A We’re just starting to have that debate. Oil and gas [and the state revenue from it] is going to fluctuate. The property tax can’t be sealed. It’s always going to be a part that we’re going to have to adjust and work with. I wish we could tell people we’re going to seal it, but they know as well as you and I do that it’s going to fluctuate with appraisals. Yet we’re still the greatest place to live, both in the country and Waco and Bryan/College Station, both fast-growing. Look at the opportunities. You’ve got [Waco sitting on] Interstate 35 with our friends Chip and Joanna [Gaines and their tourist mecca, Magnolia Market at the Silos] as well as Texas A&M in the middle of Bryan/College Station. Take the BRIC [Baylor Research and Innovation Collaborative] and our medical research. You have two cool schools [Baylor University and Texas A&M] that have great alumni — and these people are moving back.
Q Do you consider rural Texas within the so-called Texas Triangle to be different from rural Texas out west, where populations are dwindling?
A Absolutely. We’re going to have the benefit of people with better infrastructure. Professionals will live in the country and commute. I think at one point in time we’ll probably have some of the best doctors living inside that triangle in rural Texas commuting to the hospitals in Waco. Think of the specialists who might pick a town — say, Calvert — and buy property there.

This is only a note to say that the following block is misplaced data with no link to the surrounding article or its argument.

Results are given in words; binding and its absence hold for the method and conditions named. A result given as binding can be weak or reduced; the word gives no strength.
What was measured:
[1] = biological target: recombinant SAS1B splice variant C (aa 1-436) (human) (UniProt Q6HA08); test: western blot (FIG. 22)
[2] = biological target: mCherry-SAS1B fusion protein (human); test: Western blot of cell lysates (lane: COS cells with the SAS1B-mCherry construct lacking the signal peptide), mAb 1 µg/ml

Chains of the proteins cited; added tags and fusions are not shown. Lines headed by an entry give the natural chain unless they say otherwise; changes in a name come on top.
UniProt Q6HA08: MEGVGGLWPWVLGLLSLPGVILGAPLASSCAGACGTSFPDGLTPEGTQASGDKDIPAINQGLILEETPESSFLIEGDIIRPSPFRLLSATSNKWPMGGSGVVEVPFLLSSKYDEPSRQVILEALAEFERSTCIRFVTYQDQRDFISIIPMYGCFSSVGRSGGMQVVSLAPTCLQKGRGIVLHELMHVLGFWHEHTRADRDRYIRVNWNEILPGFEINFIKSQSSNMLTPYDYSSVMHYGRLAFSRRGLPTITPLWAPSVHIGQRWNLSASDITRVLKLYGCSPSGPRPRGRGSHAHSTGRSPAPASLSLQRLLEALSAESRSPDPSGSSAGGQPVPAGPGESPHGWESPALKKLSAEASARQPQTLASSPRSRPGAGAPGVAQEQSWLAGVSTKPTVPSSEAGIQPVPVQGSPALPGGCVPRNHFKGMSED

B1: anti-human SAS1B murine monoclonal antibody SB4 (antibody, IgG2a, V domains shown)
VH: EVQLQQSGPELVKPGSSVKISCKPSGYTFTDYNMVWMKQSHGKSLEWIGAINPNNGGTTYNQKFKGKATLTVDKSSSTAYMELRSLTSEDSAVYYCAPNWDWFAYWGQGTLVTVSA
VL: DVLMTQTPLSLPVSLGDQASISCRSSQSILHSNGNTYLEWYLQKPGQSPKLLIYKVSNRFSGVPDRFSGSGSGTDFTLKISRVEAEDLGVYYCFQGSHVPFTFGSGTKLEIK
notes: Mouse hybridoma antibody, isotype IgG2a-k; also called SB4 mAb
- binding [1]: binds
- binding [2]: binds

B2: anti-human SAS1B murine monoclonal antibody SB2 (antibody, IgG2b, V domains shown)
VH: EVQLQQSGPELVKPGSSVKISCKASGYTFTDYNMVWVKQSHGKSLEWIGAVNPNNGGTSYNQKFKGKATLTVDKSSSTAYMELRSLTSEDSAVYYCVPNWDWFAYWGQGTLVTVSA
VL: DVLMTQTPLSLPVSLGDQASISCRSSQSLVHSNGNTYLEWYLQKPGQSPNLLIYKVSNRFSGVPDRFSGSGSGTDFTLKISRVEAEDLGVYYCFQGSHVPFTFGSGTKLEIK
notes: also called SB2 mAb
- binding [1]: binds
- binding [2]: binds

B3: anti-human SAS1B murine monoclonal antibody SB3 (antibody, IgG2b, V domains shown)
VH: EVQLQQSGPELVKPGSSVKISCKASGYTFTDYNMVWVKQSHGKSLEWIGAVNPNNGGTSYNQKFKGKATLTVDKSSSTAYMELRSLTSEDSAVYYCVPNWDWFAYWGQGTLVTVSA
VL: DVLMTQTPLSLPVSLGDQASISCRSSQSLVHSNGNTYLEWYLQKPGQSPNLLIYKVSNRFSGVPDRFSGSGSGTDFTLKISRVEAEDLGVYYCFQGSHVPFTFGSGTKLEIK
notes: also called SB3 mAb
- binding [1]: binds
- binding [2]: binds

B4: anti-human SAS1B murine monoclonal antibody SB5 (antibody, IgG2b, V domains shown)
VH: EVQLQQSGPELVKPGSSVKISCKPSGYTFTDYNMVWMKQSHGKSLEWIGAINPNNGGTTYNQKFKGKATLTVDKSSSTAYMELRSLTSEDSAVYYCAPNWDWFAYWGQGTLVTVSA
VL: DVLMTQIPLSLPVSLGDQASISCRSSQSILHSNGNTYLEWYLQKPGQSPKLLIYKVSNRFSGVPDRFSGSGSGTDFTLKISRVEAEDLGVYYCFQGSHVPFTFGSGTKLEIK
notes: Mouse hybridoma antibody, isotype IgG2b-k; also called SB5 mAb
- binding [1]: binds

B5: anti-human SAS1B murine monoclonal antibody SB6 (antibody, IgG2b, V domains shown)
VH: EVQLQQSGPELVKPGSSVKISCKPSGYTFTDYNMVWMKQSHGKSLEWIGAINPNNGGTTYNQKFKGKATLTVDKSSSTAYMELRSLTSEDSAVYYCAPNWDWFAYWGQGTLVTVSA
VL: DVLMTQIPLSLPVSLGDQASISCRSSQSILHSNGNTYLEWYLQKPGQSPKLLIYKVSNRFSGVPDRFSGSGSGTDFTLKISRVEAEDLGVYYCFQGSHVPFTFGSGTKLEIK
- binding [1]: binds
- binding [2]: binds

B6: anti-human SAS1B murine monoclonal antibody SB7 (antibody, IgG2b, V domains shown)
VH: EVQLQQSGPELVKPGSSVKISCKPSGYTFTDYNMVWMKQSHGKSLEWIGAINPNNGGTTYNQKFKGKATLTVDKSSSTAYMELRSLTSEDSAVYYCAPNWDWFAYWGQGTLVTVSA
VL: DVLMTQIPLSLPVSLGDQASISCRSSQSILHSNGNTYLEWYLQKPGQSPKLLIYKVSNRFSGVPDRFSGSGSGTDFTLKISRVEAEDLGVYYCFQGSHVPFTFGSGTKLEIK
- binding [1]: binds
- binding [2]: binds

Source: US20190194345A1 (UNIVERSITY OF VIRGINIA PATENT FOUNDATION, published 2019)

Q Waco needs a landfill. It was not politically possible to put one in city limits in Waco apparently, so they’ve looked out into the county. Are you on board fighting the city on this or do you see yourself having another role as the city pursues a landfill near the rural community of Axtell?
A I wouldn’t say ‘fighting,’ but my job is to advocate for my district and my rural communities and smaller communities need my help. I’m fortunate in that I have served on the Environmental Regulation Committee for three or four sessions. Having that relationship with the Texas Commission on Environmental Quality and the process, I’m happy to stand with Axtell and Limestone County and it sneaks into Hill County. We want to make sure we do what’s right. We were glad to call for the TCEQ hearing at Axtell High School. I think some good conversations and good points were made and that the process will work.